Divrei Torah on the weekly portions
Having recently left Egypt, the Jewish People were given the laws of Kashrut. The latter part of our Sidra deals with the subject of kosher animals, fish and birds.
Animals can be classified under the following four headings:
Only the animals in category (1) are kosher.
Interestingly, the Torah enumerates (in VaYikra 11:4-7) the world’s only three animals in category (2), namely gamal, shafan and arnevet, and the world’s only animal in (3), the chazir. (We will translate these words shortly.) This statement (Chulin 59a and Rambam Hilchot Ma’achalot Asurot 1:2-3) that there are no other animals in the world satisfying the criteria for categories (2) or (3) adds to the testimony that the Torah’s origins are divine, since no human would dare make such a bold statement. Regarding this, the Gemara comments (Chulin 60b) that Moshe was not a zoologist, deep-sea diver or ornithologist.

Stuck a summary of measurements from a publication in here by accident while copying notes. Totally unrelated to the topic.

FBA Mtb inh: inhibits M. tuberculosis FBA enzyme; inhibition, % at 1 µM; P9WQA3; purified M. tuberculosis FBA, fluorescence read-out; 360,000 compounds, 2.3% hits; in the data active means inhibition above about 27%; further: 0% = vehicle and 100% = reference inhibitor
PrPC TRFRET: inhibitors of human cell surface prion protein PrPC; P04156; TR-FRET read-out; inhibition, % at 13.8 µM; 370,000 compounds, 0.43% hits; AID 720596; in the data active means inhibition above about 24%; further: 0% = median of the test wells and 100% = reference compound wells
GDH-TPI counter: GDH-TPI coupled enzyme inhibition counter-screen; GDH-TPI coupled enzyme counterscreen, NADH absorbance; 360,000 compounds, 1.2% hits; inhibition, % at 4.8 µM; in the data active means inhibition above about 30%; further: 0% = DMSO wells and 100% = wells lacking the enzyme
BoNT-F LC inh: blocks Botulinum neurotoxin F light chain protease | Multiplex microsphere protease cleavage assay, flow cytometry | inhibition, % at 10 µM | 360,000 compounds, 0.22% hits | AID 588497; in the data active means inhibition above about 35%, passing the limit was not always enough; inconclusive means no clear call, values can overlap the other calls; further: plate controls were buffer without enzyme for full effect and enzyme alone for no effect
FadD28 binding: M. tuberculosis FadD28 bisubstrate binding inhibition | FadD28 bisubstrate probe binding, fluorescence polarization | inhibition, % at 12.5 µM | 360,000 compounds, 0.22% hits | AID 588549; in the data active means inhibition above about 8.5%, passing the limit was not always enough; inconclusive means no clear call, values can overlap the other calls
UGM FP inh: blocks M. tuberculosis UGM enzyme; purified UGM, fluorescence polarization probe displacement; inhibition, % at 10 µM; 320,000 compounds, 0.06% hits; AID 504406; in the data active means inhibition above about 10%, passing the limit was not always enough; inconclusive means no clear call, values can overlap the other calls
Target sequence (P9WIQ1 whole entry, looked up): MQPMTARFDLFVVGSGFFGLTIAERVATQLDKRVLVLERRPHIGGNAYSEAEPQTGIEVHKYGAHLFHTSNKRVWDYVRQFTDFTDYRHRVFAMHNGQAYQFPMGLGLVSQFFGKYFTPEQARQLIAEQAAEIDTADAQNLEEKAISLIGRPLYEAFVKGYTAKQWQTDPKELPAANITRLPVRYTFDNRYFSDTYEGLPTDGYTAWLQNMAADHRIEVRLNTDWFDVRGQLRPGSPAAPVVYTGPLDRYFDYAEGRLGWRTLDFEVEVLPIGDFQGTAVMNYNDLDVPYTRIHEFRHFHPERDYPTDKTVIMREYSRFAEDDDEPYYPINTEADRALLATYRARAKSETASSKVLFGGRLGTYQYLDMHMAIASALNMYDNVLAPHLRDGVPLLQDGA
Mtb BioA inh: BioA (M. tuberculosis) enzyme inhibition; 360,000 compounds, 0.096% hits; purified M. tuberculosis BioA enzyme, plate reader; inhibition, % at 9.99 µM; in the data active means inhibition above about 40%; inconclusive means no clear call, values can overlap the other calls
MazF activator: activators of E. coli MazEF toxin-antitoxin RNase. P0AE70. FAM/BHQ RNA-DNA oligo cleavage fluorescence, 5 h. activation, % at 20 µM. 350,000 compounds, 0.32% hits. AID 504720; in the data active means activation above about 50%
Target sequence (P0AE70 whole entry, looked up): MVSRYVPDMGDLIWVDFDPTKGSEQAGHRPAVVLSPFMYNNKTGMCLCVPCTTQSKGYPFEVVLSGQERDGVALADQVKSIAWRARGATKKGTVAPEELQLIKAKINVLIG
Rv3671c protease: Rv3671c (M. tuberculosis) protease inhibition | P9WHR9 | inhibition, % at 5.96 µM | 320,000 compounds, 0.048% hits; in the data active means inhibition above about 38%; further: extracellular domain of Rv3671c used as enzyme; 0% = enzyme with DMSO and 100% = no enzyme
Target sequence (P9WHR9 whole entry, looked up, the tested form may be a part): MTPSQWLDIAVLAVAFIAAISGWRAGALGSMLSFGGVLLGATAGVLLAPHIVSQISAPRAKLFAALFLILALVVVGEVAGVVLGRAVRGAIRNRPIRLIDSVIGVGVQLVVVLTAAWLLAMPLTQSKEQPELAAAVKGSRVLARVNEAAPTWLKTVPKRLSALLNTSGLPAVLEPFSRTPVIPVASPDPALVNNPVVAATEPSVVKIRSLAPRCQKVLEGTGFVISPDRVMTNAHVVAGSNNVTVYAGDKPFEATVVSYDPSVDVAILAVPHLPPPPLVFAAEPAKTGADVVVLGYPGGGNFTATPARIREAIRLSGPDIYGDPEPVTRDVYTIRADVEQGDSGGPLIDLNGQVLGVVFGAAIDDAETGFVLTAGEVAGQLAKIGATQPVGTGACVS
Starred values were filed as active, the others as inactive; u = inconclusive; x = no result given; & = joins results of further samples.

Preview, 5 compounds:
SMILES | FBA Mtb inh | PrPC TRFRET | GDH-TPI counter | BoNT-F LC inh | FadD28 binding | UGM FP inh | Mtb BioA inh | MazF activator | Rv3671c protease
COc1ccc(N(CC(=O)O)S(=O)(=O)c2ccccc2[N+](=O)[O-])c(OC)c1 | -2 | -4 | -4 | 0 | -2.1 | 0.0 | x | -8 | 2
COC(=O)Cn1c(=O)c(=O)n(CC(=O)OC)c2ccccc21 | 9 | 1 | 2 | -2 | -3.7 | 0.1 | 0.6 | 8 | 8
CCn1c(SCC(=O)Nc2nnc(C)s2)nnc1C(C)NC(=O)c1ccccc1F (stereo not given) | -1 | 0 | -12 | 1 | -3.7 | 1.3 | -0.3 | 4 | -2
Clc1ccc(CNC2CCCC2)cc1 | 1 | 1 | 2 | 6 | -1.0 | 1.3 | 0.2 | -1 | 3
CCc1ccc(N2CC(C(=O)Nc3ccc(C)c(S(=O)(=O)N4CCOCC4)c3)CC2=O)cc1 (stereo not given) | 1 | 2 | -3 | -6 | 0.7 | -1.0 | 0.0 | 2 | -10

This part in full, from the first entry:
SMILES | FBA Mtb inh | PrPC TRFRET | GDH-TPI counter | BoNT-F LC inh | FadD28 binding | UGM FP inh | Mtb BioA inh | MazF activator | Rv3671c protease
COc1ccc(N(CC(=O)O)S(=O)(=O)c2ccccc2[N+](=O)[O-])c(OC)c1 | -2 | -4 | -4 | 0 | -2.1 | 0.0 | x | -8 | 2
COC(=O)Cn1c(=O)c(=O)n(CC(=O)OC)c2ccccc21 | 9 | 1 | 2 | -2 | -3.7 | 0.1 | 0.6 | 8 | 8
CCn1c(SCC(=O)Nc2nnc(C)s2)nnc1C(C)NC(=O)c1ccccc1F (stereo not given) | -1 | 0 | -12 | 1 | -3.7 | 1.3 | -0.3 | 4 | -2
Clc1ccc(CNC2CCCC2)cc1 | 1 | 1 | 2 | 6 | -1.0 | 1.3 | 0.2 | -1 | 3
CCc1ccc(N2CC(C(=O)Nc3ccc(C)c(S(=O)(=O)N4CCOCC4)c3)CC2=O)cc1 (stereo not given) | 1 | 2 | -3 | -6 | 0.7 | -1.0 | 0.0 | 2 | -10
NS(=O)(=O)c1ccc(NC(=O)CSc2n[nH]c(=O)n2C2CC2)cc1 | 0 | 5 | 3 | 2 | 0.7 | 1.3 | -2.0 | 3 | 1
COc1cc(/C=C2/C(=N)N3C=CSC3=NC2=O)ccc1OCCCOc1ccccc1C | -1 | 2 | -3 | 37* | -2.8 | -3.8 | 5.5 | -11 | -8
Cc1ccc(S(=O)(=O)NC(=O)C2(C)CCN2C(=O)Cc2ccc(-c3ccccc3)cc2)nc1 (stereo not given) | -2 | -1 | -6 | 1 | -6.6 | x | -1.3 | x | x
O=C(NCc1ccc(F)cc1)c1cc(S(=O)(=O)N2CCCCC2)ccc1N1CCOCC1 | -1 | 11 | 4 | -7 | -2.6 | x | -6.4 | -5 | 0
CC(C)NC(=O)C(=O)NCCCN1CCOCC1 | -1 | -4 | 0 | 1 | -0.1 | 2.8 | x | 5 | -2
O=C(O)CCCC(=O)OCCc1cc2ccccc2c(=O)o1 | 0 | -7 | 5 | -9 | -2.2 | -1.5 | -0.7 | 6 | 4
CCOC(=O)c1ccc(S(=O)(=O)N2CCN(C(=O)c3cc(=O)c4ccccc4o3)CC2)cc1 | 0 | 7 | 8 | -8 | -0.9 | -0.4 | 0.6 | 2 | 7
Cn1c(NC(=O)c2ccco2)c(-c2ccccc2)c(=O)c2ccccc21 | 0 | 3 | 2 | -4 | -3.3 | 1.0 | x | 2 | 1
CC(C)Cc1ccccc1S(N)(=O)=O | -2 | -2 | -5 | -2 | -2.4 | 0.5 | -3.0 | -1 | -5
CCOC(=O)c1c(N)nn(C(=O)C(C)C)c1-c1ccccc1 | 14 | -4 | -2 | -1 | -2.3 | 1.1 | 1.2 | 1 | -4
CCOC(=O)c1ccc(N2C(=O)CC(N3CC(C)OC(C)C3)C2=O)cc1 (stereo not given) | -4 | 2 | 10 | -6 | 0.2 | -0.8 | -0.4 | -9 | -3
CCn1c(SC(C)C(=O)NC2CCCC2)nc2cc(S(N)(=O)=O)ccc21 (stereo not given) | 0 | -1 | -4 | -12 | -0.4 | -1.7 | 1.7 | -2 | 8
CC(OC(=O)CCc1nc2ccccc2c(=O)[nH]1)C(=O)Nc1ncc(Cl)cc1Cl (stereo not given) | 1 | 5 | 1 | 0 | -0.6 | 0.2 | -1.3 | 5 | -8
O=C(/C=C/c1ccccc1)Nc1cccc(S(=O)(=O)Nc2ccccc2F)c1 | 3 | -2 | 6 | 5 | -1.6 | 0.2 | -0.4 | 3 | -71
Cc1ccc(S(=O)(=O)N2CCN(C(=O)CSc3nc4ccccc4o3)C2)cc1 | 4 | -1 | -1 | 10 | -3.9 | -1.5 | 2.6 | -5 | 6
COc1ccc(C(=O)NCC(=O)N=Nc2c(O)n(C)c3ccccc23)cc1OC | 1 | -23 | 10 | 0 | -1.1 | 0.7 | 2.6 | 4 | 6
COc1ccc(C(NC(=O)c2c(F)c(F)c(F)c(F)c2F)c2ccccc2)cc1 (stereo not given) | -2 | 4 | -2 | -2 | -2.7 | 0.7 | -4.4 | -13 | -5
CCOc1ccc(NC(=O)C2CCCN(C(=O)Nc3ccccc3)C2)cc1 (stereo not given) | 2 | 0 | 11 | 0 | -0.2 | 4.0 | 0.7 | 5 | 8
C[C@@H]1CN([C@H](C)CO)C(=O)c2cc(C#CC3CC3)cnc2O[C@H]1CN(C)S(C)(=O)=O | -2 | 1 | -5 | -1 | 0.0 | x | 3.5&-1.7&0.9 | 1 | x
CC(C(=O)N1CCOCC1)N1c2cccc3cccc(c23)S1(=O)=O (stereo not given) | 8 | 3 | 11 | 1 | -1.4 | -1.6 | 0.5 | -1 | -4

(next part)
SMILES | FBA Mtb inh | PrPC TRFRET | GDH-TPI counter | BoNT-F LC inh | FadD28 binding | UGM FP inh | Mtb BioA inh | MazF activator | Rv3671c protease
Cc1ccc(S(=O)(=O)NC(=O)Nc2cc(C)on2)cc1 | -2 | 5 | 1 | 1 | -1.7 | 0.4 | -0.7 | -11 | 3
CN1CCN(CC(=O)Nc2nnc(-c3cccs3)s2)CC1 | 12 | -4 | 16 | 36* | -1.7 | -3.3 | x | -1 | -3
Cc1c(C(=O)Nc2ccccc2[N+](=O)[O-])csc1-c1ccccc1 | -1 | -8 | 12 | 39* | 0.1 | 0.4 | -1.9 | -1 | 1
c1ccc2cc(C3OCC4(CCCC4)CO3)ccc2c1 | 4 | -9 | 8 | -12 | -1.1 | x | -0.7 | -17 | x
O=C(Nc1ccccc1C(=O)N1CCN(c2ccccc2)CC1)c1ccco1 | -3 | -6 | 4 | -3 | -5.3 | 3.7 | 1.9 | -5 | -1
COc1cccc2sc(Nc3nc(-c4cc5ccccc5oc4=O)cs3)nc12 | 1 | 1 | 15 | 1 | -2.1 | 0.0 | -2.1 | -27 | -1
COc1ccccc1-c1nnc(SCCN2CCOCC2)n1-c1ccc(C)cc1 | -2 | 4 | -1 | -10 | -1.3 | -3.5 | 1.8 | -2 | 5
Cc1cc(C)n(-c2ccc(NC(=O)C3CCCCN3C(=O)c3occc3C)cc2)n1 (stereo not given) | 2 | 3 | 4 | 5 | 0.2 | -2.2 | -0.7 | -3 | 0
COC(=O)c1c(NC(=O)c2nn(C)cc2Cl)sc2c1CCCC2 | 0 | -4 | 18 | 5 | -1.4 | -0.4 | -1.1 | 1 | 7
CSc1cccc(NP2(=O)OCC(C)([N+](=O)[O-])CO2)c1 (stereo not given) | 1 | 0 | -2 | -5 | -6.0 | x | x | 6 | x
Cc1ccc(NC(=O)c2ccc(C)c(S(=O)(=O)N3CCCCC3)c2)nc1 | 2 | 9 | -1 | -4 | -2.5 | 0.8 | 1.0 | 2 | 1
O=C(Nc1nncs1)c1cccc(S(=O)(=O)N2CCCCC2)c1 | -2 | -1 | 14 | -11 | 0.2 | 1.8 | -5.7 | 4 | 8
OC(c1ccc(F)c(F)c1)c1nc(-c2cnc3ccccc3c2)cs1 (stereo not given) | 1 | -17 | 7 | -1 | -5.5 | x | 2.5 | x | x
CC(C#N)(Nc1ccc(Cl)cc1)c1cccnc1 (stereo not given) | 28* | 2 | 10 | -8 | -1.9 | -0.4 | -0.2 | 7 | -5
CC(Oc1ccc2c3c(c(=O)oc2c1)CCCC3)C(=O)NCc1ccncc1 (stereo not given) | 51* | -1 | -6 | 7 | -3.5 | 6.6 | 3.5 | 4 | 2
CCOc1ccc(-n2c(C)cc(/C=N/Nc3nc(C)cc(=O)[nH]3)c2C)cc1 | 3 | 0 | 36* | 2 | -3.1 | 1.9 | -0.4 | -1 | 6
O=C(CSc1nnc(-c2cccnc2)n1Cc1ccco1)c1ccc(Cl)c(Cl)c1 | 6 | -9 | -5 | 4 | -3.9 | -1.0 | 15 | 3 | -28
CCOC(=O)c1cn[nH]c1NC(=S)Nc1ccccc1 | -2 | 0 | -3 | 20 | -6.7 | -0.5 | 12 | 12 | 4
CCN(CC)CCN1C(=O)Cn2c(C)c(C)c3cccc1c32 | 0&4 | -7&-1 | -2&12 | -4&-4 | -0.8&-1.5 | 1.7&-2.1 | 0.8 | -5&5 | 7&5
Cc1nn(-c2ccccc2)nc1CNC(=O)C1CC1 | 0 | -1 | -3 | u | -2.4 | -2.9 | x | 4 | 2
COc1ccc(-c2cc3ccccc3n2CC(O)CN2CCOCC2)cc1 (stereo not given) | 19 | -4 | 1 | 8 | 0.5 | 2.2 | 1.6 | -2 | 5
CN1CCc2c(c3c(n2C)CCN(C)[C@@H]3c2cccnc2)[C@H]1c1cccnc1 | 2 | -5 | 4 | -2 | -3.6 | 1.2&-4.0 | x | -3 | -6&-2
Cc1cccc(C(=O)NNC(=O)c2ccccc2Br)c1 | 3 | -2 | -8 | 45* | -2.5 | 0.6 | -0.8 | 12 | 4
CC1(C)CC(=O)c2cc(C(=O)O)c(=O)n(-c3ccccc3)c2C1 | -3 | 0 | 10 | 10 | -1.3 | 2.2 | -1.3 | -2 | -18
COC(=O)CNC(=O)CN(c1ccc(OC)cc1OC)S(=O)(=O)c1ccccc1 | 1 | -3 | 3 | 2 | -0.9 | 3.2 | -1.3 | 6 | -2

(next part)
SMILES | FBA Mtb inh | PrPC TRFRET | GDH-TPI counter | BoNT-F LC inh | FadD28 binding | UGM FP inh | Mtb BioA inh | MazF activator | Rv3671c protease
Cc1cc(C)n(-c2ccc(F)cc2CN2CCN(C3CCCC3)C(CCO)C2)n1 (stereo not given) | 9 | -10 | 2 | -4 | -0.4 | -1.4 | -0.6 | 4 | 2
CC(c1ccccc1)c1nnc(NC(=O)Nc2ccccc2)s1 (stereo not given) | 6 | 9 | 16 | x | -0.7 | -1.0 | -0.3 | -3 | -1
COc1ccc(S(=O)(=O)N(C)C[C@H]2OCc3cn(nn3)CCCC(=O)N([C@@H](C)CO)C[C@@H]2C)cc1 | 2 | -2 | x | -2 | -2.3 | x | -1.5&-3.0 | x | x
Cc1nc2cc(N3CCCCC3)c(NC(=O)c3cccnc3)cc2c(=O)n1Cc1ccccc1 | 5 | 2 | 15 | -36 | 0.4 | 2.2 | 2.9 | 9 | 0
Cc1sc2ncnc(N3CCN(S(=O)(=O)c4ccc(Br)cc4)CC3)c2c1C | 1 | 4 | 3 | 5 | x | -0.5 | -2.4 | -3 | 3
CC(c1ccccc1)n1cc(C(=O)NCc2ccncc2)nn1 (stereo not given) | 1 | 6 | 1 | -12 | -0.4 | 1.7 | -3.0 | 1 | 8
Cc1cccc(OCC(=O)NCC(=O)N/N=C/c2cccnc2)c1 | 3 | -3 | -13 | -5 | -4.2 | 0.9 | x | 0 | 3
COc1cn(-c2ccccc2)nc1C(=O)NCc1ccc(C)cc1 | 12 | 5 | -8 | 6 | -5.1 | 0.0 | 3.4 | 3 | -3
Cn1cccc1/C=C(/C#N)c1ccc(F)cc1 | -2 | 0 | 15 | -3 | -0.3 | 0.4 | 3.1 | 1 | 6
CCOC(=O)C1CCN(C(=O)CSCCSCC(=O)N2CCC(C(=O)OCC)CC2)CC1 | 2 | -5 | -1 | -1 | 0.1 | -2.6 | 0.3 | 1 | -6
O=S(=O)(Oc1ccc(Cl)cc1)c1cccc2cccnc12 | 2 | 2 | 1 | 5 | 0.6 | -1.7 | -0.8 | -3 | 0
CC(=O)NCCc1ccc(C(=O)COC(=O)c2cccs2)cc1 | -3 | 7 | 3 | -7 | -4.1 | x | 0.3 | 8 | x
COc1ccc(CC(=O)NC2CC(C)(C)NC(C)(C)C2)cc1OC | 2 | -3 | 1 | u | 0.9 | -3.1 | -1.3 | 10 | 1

Our Rabbis teach that chazir is the pig family, but what are the gamal, shafan and arnevet? It is important to note that these Biblical words may not necessarily mean the same as in modern Hebrew where the respective translations are camel, cony and hare. In fact, the cony and hare neither chew their cud nor have split hooves.
Furthermore, why is it that:
In the journal “Intercom” (published in 1973 by the Association of Orthodox Jewish Scientists), Rabbi Meyer Lubin provides the following explanation based on his research in conjunction with leading zoologists:
In conclusion, Shemini teaches us to take great care over what enters our mouth. The following Sidrot, Tazria and Metzora, remind us that we must similarly take great care over what leaves our mouth.
PS Kosher symbols you may not know: